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Now displaying: Page 34
May 25, 2016

We're off and running! Episode 3 - Chapters 4 and 5 - and these two were chapters were taken nearly verbatim from the last draft of the screenplay I wrote for this story. The way Thane and Shea meet and their eventual relationship dilemma was too fun to let go of, so I quite literally copied and pasted the script's scenes into a Word document for the first draft of my book's manuscript. Note: FIRST DRAFT (ha)

For those of you who know the screenplay world, it's obvious that I added quite a bit of prose to the two chapters - there is no way I could get away with that much prose in a screenplay. But while I was putting together this book based on the screenplay version, my very first draft of the book was almost entirely a copy and paste. I copied the screenplay and pasted it into Word. After some basic formatting, I then jumped in and started breaking up the individual script scenes into chapters in the Word document...

May 24, 2016

Whether you're a writer or not, you need a champion - someone who is pulling for you. Someone who wants to see you succeed just as much as you want to. Whether this is your mom, a husband or wife, or in this interview guest's sake, the VP of Talent Development and Outreach with Nickelodeon! The process of writing, and really overall the entertainment industry in general, is a solitary and at times, terribly frightening experience...but if you don't go it alone, and you have a mentor or someone backing you, supporting you emotionally and most importantly, believing in you, you're on your way and things will simply feel a little easier.


When I asked Karen Kirkland to my guest on the Curious About Screenwriting podcast, I honestly believe she was even more excited to be on that I was to have her as my guest! And listen, I was thrilled to schedule her interview. I was thrilled not only because I knew Karen would be a great interview, but because she is a natural champion of writers and creative people

May 24, 2016

"Money Monster" posts too many losses in its indictment of Wall Street.

"Money Monster" would like to be a shrewd dissertation about contemporary America, similar to 1970's classics like "Dog Day Afternoon" and "Network" were in their time. Unfortunately, the script here is too predictable and its characters two-dimensional. Jodie Foster directs a game George Clooney and Julia Roberts in the story of a financial cable show host who's taken hostage on air by an irate investor (Jack O'Connell) who lost his shirt. That's a timely premise, what with all the issues concerning Wall Street these days, but it squanders the opportunity with rudimentary flaws.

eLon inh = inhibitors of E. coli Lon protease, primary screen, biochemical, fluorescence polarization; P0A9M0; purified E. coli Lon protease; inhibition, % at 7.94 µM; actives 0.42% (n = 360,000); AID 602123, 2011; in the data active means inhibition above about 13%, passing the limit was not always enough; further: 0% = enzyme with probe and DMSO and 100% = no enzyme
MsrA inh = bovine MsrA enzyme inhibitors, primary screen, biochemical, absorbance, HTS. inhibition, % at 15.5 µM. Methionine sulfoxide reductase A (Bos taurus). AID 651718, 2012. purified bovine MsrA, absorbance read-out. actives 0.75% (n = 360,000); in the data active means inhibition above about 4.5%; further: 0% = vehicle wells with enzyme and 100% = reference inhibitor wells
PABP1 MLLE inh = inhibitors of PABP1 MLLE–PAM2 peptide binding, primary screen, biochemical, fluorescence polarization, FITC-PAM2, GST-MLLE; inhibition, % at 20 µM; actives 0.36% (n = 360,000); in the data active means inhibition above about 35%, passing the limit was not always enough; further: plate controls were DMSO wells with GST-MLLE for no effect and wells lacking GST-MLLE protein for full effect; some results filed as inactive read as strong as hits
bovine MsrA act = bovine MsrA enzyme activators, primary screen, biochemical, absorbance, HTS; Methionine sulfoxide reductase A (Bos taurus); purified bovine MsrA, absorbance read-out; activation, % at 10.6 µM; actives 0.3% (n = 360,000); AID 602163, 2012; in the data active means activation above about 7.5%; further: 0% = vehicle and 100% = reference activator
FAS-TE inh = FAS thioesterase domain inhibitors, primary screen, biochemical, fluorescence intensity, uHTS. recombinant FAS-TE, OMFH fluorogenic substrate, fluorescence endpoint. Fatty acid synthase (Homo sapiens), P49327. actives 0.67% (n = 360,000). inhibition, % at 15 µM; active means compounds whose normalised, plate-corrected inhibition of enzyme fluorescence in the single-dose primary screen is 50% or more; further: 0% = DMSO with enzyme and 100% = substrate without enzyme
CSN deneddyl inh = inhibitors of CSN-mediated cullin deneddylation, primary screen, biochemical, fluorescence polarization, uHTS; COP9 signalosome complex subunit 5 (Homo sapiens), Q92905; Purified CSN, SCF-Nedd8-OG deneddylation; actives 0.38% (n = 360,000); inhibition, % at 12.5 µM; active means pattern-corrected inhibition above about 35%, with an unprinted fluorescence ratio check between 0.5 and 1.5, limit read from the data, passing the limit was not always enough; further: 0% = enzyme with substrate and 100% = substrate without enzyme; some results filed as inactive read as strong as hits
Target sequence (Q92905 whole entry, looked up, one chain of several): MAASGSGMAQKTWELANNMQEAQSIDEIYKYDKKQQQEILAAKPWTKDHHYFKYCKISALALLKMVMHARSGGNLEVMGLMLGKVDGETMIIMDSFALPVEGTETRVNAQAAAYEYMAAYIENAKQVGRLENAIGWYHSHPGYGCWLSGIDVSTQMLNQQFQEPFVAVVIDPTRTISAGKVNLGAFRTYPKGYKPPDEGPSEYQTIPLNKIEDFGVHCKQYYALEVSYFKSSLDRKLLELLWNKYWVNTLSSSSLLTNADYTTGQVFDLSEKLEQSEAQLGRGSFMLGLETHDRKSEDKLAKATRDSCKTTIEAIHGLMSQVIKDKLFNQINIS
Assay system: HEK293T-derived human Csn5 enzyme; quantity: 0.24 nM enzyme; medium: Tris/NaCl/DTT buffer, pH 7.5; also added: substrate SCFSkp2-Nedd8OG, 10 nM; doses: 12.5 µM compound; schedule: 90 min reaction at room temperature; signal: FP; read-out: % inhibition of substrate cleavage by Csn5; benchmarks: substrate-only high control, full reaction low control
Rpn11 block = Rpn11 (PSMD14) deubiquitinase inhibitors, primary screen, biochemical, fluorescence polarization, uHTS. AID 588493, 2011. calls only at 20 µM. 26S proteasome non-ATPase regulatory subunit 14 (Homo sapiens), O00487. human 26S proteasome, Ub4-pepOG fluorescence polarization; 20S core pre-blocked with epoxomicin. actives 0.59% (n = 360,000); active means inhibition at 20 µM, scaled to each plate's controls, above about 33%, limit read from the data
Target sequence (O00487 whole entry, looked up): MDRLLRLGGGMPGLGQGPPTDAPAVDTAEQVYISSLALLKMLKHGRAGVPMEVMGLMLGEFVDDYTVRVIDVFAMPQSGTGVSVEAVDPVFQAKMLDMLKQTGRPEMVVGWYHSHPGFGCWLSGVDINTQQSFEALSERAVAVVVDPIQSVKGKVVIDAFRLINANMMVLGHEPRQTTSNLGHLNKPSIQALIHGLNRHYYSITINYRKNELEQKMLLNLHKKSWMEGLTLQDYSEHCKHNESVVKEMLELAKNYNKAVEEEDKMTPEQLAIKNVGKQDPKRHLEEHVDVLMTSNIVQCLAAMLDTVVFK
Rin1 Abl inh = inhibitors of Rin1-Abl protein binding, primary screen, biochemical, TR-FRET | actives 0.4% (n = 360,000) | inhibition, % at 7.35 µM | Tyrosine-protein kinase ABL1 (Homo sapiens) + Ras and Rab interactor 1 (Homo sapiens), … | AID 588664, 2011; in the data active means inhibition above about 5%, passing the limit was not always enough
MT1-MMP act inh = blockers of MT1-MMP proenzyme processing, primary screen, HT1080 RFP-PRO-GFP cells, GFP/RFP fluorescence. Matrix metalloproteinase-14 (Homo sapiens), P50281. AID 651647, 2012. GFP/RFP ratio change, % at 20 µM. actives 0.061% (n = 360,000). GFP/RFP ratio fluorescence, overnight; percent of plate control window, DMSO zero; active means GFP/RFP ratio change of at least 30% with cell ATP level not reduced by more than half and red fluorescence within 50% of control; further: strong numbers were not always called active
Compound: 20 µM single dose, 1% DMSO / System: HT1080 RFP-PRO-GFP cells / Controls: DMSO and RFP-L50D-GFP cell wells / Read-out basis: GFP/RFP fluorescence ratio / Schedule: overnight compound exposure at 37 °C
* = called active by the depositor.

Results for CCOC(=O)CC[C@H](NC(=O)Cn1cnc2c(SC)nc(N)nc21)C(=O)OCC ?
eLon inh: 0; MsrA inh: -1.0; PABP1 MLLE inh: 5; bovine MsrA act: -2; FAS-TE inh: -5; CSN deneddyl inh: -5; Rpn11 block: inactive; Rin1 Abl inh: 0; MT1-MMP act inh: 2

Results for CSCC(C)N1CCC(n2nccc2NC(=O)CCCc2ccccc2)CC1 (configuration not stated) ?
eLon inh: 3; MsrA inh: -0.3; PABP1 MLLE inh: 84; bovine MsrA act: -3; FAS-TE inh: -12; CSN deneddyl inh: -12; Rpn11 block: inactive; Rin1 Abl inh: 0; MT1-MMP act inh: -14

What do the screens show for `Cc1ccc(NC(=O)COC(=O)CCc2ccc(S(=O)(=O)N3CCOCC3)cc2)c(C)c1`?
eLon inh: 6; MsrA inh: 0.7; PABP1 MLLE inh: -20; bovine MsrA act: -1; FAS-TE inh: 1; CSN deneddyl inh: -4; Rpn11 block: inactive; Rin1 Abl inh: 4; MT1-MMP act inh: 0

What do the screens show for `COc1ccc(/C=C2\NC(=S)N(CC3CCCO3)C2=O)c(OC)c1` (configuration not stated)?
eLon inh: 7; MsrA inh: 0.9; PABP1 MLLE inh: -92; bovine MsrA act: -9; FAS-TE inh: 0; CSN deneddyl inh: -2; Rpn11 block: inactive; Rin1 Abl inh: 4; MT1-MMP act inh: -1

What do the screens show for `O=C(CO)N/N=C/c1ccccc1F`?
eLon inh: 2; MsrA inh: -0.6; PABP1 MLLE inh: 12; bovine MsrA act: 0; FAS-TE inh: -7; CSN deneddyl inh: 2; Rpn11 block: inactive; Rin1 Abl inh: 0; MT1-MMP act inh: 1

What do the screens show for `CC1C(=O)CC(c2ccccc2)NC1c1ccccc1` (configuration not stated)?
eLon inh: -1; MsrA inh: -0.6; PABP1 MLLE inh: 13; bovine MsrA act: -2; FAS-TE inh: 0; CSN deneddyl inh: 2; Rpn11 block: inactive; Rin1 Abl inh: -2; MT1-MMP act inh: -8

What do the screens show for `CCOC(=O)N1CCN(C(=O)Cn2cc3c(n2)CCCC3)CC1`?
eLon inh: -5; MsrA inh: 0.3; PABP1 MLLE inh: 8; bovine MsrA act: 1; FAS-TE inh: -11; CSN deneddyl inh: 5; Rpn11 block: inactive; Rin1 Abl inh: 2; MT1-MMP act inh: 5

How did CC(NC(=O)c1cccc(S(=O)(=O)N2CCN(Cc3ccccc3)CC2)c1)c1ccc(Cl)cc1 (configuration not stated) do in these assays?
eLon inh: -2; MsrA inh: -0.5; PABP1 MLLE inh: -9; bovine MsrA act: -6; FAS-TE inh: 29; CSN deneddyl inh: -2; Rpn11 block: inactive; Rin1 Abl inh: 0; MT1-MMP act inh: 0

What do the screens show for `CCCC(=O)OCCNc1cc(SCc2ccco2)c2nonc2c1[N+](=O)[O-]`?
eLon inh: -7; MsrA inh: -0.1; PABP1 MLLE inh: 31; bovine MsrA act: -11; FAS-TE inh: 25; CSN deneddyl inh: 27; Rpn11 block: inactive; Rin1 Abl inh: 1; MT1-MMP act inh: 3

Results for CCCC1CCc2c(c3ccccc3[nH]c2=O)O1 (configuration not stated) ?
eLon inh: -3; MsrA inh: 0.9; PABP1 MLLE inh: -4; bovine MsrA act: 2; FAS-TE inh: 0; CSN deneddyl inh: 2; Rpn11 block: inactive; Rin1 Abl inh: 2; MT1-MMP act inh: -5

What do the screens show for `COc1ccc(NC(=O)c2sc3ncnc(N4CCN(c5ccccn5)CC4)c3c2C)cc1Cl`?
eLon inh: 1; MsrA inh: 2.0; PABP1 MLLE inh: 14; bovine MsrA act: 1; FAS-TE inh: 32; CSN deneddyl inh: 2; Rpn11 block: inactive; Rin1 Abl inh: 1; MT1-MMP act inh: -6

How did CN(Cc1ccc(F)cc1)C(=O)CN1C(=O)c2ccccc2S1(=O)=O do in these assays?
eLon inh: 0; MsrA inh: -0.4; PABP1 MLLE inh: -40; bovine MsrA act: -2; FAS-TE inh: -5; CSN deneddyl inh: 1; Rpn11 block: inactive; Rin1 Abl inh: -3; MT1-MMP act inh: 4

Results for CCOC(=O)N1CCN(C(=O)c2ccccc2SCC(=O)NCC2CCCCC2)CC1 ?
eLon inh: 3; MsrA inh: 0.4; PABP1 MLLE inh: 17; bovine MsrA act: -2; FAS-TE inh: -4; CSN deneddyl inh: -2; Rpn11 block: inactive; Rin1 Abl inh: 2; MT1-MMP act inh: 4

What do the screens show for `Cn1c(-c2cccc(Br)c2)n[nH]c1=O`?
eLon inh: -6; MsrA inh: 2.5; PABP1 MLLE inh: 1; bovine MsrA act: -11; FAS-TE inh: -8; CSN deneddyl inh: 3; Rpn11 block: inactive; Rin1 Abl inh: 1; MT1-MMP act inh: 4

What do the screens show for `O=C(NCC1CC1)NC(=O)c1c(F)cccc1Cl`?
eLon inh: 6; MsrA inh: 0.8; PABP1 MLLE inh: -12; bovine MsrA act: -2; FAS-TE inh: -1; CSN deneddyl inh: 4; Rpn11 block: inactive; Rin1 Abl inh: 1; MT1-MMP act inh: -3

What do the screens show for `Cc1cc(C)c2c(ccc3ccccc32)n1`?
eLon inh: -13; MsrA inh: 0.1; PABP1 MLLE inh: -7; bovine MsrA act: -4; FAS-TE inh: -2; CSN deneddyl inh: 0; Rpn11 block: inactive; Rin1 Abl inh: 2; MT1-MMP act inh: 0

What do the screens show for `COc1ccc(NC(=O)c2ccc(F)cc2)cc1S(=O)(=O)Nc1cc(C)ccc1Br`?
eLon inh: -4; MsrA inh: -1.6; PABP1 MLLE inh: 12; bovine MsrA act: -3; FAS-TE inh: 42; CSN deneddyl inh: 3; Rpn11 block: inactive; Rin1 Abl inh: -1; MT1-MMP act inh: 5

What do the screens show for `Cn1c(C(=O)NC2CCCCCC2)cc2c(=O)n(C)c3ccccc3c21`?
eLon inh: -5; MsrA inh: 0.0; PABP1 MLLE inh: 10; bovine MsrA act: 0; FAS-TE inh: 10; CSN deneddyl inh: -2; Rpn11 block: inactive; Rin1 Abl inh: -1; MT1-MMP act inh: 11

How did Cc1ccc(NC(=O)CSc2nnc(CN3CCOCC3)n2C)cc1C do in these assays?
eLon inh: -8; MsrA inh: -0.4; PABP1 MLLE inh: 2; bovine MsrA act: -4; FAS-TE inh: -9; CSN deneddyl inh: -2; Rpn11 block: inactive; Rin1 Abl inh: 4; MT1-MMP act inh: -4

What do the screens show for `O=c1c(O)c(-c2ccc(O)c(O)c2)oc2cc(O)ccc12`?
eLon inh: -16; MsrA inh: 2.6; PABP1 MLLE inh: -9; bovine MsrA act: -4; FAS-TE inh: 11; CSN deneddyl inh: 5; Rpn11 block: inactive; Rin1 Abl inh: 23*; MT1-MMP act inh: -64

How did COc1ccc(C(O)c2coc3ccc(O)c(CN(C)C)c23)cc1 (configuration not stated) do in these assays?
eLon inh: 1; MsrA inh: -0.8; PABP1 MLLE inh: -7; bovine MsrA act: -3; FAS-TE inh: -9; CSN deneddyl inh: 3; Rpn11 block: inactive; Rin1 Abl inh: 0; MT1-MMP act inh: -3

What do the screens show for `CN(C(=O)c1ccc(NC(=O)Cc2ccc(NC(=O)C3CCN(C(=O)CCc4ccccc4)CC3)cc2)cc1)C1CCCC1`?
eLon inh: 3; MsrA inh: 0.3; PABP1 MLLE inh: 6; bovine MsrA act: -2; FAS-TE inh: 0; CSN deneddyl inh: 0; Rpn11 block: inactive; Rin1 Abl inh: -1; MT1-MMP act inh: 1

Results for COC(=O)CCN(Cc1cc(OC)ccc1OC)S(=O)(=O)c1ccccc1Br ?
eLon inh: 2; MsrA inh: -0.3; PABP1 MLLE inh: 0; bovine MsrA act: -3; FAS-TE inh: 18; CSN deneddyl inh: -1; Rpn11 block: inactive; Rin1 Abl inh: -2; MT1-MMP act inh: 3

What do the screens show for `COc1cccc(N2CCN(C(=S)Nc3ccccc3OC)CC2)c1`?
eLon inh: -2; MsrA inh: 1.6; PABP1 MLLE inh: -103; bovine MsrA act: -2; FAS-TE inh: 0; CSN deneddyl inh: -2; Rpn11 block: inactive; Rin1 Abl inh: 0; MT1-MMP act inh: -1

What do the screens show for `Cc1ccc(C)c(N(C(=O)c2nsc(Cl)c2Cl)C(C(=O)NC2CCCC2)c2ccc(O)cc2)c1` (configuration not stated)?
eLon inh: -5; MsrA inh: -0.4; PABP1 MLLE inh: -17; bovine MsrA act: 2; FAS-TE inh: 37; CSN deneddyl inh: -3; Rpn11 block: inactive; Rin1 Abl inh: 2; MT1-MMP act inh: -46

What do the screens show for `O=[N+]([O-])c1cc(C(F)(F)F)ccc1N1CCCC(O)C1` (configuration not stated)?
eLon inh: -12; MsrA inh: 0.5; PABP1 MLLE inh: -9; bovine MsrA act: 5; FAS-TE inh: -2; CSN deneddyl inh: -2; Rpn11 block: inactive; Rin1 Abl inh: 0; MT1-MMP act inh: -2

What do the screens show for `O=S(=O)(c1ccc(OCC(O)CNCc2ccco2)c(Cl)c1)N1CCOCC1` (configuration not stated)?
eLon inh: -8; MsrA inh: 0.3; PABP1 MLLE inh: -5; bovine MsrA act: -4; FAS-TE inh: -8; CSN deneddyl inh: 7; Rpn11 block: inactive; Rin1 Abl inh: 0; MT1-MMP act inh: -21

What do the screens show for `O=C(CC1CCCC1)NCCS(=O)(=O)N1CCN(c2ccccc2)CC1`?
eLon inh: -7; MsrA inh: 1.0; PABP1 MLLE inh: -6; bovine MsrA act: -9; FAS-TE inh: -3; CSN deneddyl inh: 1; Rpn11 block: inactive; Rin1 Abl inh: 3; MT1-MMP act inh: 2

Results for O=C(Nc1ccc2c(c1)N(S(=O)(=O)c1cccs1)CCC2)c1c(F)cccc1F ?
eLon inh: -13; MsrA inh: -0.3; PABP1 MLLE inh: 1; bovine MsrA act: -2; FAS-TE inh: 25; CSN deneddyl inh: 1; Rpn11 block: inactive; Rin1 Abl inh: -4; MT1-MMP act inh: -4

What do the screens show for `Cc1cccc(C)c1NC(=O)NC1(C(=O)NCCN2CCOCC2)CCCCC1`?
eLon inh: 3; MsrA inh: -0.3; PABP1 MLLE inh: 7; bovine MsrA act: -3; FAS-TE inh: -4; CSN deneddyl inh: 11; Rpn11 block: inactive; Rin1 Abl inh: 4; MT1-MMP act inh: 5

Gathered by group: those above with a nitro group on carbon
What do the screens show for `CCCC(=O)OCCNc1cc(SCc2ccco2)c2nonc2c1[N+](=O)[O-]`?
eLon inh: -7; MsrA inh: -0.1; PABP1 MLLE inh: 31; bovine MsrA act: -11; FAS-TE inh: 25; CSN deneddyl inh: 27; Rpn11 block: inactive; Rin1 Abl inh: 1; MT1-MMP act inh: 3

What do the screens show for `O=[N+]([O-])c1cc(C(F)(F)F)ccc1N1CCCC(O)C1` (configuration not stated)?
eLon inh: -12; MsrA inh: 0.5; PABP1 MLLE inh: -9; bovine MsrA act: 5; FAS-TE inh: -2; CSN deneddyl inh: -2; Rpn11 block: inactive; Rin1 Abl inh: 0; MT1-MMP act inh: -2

The story plays out in real time, but its ticking clock is abandoned with half an hour left. Most of the supporting characters are woefully underwritten. And even its villain is nothing more than a greedy CEO. How cliché. "The Big Short" indicted the whole broken economic system, but this popcorn thriller doesn't come close to that film's sting. It's not a bad investment for two hours at the Cineplex, but it should have been something much more worthy.

May 16, 2016

Welcome back to The WishKeeper serial podcast, and thanks for coming back! I guess that means I did something right in the first episode. Let’s keep going with Shea’s story – it’s barely just begun. We last saw Shea dealing with not only remembering a difficult past, but managing her boring and monotonous day-to-day life. The argument with her dad at the end of chapter two is just a very brief glimpse into their relationship, and really just the tip of the proverbial iceberg where they’re concerned. Their relationship is a bit of a powder keg because neither of them have dealt with the loss of Shea’s mom very well. Shea just wants to forget, and Beren needs to hold on. And even though we all deal with loss differently, Shea and Beren have allowed their processes to push each other away.

Stay tuned after this episode is over. We’re moving on to Chapter 3, and yes, this episode will contain only one chapter, but that’s because Chapter 3 is kind of an epic one, and a very interesting one for me to write. I’ll give more insight into my process of writing this chapter. It’s rarely easy getting exposition across in a quick and succinct way, and since I have built a rather huge universe in this book, there is a lot to cover. Little by little, I reveal bits about the world, so listen in. Pay attention. And hopefully you become as enamored with my wishing world as I have. So let’s dive in and get back to Shea and see what kind of trouble she’s about to get into. Enjoy and thanks again.

www.wishkeeperbook.com

www.facebook.com/thewishkeeper

Instagram: TheWishKeeper or InstaMax9

Twitter: iMaxTimm

May 14, 2016

I've been told that I'm too dramatic at times. I complain. I curse. I overreact. I vent. My friends and family know this about me and, thankfully, the know what I know - I really don't care about 90% of the crap I complain about, nor am I really all that invested in the stuff about which I so often vent. I mean, I'm a Cubs fan, guys. As a baseball fan, I was raised on managing constant instances of what this episode is all about. It's what so many consultants and screenwriting experts call - the Low Point. Growing up as a Cubs fan, every day was a low point. For those of you overseas who don't care about American baseball or know anything about it, imagine a sports team that has been around for a hundred years and hasn't won a championship. There ya have it. The Chicago Cubs. But I digress... and I need to digress, otherwise this entire episode will be about my unfortunate love for the Cubs. This season for the Cubs, however, has been very different, but I'll get to that.